Thank you all, from the bottom of my heart for your donations, support, and love. I am so thankful and plan on using this platform to voice the needs of my NYC EMS family. This is just the beginning, folks.
Lauren Caitlyn Kwei

The real story is that young people all across the country are struggling to make a living and are particularly hard hit by this pandemic, even as the rich prosper even more. It is especially tragic that health care workers are made to suffer most even as we need them most. You don’t get to decry individuals making choices about how to earn an income while simultaneously supporting a system that demeans and diminishes their choices, while also setting irrational priorities that harm society. Who hurts us most, a woman taking her clothes off on camera or a billionaire sucking out all the wealth of a nation?

Oh, and fuck the NY Post.

Bioethics has teeth

I told you that He Jiankui, the Chinese scientist who had been carrying out gene editing on human subjects, was doing bad science and violating lots of ethical restrictions. I was right, obviously, because he was immediately repudiated and arrested by the Chinese government. You might be wondering what happens if you break the rules of bioethics — isn’t it all just an agreement between peers not to meddle in experiments that might cause trouble for each other? Well, now we know: He Jiankui has been tried and sentenced. He’s being fined over $400,000, and is going to prison for three years. Two of his colleagues are also going to jail. They’re also going to get a lifelong ban on doing scientific research with human subjects.

This isn’t just Chinese totalitarianism at work, either. It’s the same in most places.

Robin Lovell-Badge at the Francis Crick Institute in London told the UK Science Media Centre that a prison sentence and fine would also have been the likely penalties if someone had conducted similar work in the UK.

Maybe not everywhere, though. The people who carried out the Tuskegee syphilis study were not punished; the doctors who were paid to tell the public that smoking was safe were not punished; Andrew Wakefield is still roaming free, and is even making movies to spread disinformation; you can lie all you want about climate change. Jiankui seems to have picked the wrong victims, or lacked the corporate backing, to make his violations of human rights ignorable.

P.S. I think a hefty fine and a few years in prison would be the minimal punishment for Wakefield, who is responsible for the deaths of who knows how many children.

A Puzzle for Humanism

I should start by saying: unlikely my previous posts, this isn’t properly a book review. The major ideas in the discussion spring out of Kate Manne’s book Down Girl: The Logic of Mysogyny. I do give a general review of the book over on Goodreads; TL;DR: The book is excellent, timely, and thoughtful; people should read it. Manne illustrates a particular problem that I think is worth raising on this blog, given the discussions of ethical positions around humanism, feminism, Atheism+, etc.

Hannah Arendt’s “banality of evil” is one of the most widely cited phrases in public ethics and social justice, but it is often egregiously misused. Somewhat famously, Chelsea Clinton cited it in discussion of a man casually committing a horrific act of violence; political scientist Corey Robin was quick to point out that this is not the way Arendt was using the phrase. Documentarian Ada Ushpiz has similarly pointed this out in criticizing Eva Illouz. To gloss over these longer responses there, the dialectic goes like this.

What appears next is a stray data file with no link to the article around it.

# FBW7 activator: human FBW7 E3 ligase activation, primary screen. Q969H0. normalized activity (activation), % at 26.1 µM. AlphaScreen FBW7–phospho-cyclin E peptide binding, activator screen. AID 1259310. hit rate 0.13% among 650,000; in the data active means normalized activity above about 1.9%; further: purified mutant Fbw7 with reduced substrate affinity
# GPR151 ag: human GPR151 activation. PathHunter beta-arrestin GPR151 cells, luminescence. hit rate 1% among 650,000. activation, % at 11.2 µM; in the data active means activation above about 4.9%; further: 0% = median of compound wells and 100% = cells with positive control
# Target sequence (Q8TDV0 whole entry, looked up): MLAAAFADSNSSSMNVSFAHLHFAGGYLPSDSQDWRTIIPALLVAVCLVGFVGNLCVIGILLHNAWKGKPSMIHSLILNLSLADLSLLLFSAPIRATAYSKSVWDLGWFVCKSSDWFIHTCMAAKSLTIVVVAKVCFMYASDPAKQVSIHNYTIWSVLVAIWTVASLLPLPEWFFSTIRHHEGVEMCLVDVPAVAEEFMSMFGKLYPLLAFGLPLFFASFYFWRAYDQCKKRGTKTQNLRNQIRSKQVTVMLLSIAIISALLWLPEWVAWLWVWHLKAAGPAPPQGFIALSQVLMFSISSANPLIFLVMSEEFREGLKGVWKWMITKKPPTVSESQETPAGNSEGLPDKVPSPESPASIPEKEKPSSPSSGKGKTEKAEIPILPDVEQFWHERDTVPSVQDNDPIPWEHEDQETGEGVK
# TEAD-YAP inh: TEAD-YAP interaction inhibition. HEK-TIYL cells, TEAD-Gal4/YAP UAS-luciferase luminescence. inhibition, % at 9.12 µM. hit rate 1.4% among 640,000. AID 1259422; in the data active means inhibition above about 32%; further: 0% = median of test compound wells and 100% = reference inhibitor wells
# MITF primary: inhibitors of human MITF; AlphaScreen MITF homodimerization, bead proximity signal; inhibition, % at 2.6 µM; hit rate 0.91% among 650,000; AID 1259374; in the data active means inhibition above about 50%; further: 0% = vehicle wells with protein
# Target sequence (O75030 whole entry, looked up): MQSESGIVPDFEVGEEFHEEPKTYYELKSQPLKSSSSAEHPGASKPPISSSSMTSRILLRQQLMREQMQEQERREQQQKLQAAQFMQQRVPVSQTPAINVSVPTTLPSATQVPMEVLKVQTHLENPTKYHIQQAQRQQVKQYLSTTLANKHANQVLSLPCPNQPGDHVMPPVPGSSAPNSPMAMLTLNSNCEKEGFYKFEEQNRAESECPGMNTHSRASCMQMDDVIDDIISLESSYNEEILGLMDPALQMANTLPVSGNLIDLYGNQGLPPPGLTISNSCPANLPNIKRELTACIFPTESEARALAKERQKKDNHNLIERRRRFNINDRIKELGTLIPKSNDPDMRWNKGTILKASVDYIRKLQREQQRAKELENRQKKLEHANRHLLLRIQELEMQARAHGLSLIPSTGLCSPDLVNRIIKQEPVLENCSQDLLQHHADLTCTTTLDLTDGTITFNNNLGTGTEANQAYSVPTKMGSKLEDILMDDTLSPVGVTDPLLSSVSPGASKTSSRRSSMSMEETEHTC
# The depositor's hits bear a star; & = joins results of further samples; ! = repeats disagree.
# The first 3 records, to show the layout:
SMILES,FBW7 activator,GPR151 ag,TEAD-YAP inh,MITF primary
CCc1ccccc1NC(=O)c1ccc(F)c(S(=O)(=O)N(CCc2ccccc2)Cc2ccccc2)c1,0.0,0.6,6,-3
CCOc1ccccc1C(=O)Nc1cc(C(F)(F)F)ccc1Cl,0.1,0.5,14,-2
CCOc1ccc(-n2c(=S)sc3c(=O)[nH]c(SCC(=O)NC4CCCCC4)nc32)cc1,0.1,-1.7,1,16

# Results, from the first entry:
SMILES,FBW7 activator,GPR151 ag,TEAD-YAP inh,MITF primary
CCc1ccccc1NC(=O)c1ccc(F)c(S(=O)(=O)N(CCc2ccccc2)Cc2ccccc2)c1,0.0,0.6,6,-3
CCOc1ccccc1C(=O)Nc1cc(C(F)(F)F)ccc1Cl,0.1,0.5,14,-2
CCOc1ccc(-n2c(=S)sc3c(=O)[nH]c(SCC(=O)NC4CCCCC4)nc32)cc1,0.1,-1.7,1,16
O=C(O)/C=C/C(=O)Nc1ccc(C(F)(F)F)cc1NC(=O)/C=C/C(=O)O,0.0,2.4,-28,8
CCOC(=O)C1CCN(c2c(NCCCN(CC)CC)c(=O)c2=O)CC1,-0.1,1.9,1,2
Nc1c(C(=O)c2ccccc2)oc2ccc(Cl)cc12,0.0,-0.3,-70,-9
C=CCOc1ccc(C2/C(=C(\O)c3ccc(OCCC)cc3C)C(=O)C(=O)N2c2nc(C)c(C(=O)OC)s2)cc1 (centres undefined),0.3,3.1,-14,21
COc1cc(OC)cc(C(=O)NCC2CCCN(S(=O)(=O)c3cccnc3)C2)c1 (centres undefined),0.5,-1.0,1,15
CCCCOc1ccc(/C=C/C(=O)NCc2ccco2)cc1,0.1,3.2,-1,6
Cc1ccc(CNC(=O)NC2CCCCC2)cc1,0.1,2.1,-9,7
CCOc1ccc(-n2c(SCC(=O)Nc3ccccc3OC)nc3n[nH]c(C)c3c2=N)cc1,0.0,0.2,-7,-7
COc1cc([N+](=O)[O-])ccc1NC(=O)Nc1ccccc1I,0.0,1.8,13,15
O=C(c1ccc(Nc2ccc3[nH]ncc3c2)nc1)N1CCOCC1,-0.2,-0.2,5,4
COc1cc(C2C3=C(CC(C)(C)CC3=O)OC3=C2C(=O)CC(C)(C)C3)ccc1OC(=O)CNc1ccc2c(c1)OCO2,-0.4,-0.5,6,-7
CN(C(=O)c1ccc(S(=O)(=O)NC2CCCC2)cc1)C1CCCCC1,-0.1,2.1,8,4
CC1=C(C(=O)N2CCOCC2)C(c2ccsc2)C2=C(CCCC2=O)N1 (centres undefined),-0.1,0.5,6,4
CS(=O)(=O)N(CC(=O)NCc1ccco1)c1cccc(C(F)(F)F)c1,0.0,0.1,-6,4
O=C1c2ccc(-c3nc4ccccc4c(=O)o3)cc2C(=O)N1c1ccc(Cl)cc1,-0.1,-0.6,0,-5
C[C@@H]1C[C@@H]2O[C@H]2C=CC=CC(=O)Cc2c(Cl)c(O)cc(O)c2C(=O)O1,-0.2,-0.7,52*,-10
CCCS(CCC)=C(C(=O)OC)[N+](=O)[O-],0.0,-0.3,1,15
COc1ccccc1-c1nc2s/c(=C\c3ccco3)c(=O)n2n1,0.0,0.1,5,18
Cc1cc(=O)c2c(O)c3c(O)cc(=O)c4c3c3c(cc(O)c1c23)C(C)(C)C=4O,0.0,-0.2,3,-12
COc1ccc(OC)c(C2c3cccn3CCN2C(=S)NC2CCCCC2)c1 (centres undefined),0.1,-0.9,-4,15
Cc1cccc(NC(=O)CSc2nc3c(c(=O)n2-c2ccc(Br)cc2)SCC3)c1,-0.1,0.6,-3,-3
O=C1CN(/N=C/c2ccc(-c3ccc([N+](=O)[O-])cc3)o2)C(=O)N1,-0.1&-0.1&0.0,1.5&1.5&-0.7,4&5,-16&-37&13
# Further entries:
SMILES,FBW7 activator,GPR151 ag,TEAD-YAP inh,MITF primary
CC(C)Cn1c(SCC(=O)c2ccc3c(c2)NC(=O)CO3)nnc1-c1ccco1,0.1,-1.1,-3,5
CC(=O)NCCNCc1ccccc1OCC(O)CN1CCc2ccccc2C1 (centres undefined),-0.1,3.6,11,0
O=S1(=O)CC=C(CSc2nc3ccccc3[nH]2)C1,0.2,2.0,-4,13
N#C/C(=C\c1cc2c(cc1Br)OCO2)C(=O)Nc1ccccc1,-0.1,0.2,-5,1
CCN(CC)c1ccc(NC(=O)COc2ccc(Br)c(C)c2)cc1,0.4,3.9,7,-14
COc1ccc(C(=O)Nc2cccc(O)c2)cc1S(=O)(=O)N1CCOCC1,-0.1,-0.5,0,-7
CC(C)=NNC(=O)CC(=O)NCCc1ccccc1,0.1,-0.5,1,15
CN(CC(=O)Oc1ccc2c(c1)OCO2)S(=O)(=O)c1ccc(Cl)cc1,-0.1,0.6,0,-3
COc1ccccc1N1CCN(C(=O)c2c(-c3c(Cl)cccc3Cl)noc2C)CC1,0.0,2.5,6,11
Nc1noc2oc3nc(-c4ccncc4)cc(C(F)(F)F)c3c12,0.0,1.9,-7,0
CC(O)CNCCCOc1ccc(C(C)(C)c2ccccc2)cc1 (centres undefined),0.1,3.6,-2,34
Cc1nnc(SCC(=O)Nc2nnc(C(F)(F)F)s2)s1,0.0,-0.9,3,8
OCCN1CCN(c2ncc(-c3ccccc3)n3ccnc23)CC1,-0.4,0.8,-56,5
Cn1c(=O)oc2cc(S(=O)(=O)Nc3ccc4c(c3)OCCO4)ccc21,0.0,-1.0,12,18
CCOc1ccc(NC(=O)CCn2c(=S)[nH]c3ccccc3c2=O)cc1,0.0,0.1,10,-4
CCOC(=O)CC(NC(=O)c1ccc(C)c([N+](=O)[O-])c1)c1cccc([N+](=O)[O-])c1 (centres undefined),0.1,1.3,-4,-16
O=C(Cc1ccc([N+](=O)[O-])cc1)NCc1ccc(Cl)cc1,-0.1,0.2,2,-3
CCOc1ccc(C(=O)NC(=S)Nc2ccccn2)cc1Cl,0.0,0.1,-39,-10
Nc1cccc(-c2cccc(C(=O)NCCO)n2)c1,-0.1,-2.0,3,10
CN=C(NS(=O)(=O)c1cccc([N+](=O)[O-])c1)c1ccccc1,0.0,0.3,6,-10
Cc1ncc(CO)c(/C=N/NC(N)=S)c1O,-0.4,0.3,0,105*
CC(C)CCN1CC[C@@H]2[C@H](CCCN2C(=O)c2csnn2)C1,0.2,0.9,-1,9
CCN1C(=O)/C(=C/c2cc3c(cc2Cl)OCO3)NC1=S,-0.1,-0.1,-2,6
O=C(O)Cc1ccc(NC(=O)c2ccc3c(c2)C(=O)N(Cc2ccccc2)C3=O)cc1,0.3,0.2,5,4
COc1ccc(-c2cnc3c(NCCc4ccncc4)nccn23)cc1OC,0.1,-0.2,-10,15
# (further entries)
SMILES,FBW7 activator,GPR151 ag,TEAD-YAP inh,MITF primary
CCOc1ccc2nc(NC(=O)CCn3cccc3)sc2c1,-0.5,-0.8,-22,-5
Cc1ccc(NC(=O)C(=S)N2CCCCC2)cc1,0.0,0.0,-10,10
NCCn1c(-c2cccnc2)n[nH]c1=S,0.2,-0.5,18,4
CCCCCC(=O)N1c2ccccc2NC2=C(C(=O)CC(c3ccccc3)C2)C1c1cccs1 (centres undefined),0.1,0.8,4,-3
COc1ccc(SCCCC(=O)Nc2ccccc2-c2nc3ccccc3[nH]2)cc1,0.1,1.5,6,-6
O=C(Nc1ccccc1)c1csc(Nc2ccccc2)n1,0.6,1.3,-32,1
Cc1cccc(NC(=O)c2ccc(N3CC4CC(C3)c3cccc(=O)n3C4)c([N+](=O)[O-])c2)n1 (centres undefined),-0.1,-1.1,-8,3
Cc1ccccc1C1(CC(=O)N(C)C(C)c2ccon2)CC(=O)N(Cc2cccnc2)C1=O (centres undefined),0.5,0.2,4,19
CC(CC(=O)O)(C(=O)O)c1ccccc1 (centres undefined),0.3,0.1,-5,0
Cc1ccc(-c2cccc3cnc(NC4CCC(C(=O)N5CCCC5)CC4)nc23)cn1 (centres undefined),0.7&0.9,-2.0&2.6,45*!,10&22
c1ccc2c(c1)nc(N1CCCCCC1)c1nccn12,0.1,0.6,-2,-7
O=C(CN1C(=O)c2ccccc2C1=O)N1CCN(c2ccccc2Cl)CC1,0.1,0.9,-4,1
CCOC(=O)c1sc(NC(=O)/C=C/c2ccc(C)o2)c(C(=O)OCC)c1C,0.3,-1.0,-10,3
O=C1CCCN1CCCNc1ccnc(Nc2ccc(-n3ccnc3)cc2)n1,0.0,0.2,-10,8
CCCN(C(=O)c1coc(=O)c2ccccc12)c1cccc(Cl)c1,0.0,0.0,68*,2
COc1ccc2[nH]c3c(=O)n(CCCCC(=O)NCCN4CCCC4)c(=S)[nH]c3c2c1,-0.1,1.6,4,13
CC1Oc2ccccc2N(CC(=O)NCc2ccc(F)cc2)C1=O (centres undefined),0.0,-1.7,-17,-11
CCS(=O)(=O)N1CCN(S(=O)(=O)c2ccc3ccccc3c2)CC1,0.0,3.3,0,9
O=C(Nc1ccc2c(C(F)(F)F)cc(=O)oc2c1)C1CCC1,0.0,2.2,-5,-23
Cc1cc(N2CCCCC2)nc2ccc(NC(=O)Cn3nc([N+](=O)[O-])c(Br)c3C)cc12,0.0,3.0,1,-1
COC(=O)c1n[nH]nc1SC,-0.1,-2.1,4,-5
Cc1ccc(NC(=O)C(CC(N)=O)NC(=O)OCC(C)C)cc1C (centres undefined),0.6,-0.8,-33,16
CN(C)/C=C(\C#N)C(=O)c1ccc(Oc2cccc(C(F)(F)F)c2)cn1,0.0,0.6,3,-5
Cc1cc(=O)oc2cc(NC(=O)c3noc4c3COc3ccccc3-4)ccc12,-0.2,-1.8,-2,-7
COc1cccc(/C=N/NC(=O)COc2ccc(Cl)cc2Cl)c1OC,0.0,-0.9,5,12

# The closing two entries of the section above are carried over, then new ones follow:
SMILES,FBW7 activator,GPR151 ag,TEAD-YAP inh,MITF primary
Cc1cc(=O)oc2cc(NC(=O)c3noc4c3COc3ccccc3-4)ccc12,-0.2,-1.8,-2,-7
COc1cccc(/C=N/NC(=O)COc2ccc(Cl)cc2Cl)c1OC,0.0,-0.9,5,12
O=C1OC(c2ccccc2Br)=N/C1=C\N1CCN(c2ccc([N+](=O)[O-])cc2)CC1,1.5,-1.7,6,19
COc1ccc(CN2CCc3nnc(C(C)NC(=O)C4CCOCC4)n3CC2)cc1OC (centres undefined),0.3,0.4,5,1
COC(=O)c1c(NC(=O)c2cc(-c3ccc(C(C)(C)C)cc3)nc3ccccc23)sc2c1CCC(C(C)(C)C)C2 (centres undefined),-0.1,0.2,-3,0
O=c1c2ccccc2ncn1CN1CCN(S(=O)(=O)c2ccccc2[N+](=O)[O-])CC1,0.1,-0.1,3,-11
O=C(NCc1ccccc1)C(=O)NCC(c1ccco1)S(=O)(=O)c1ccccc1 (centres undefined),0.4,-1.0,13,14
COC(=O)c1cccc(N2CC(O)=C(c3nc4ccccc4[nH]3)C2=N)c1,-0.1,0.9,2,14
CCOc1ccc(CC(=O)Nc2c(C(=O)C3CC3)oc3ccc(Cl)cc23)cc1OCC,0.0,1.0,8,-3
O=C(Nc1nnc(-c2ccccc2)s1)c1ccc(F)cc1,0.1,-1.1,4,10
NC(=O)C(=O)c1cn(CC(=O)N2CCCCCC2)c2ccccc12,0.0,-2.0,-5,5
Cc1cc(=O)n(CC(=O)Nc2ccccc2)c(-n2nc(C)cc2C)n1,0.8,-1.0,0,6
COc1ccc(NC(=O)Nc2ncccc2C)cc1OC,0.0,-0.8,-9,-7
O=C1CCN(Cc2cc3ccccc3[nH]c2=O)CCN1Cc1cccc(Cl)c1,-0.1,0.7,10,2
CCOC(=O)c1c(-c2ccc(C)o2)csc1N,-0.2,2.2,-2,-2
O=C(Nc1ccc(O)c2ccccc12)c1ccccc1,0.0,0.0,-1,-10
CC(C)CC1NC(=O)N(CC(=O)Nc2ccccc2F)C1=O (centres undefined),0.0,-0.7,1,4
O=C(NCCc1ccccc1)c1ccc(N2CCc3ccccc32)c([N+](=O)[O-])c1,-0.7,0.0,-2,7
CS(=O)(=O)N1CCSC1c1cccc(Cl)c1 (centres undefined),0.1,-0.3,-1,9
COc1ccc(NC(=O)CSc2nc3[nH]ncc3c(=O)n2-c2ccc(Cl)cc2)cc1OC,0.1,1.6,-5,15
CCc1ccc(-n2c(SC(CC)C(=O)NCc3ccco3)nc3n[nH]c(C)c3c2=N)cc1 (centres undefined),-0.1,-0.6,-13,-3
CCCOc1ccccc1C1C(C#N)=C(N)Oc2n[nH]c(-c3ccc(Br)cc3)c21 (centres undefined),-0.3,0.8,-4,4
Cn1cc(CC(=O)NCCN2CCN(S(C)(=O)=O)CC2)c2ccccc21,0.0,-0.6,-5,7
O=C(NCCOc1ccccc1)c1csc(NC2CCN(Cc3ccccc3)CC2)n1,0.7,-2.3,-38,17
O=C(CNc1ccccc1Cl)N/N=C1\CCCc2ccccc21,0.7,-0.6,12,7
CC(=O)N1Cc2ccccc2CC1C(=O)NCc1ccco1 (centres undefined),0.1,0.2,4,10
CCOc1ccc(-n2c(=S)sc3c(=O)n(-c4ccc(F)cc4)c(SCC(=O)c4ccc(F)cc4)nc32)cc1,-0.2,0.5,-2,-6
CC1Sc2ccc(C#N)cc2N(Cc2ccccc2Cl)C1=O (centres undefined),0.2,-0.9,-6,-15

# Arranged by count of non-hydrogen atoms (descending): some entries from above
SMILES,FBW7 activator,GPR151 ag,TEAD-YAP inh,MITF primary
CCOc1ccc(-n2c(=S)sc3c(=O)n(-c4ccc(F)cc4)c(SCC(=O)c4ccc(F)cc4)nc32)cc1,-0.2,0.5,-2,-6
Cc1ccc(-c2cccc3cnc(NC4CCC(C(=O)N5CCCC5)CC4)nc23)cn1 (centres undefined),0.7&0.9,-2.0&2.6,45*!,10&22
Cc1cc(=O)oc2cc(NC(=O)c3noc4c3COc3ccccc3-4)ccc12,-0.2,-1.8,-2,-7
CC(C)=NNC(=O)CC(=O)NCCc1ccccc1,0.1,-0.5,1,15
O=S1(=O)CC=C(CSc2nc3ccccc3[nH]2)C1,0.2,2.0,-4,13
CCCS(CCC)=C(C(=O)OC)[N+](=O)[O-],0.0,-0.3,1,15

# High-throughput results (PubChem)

Many folks think that “the banality of evil” refers to the attitude of indifference towards humans by the person causing harm; the idea that evil can be regarded as banal by the person committing the evil act because they have dehumanized the victim. This is the wikipedia gloss on Arendt’s view, butthe focus on dehumanization actually gets the point entirely (and dangerously) wrong.

Manne points out, as Arendt did as well, that many callous and casual acts of violence are not the result of dehumanization of the person against whom one directs the violence, but rather the result of paranoid or vindictiveness. The effort to dehumanize Jews holds far less prominence in Nazi thought than the thought that Jews were manipulating the political state of affairs, exploiting gentile Germans, and the like. It was not regarding them as inhuman, though there are tropes that track dehumanization, but rather the paranoia around “the Jewish Question.”

[Read more…]

Academic failures in elementary humanity

Here’s the deal: I am paid to teach, which means I have a professional relationship with my students, and it’s an ongoing relationship that typically extends over four years. My job is to educate them in those domains of biology I specialize in. The administrators here have an expectation that I will show up, be prepared, behave professionally, and engage with students at a level beyond lecturing at them: I advise them on professional opportunities, I write recommendations, I try to help with small crises that might derail their progress.

I do not have sex with them or beat them up. This should be obvious, right? Those kinds of behaviors would be antithetical to my university’s mission and my obligations.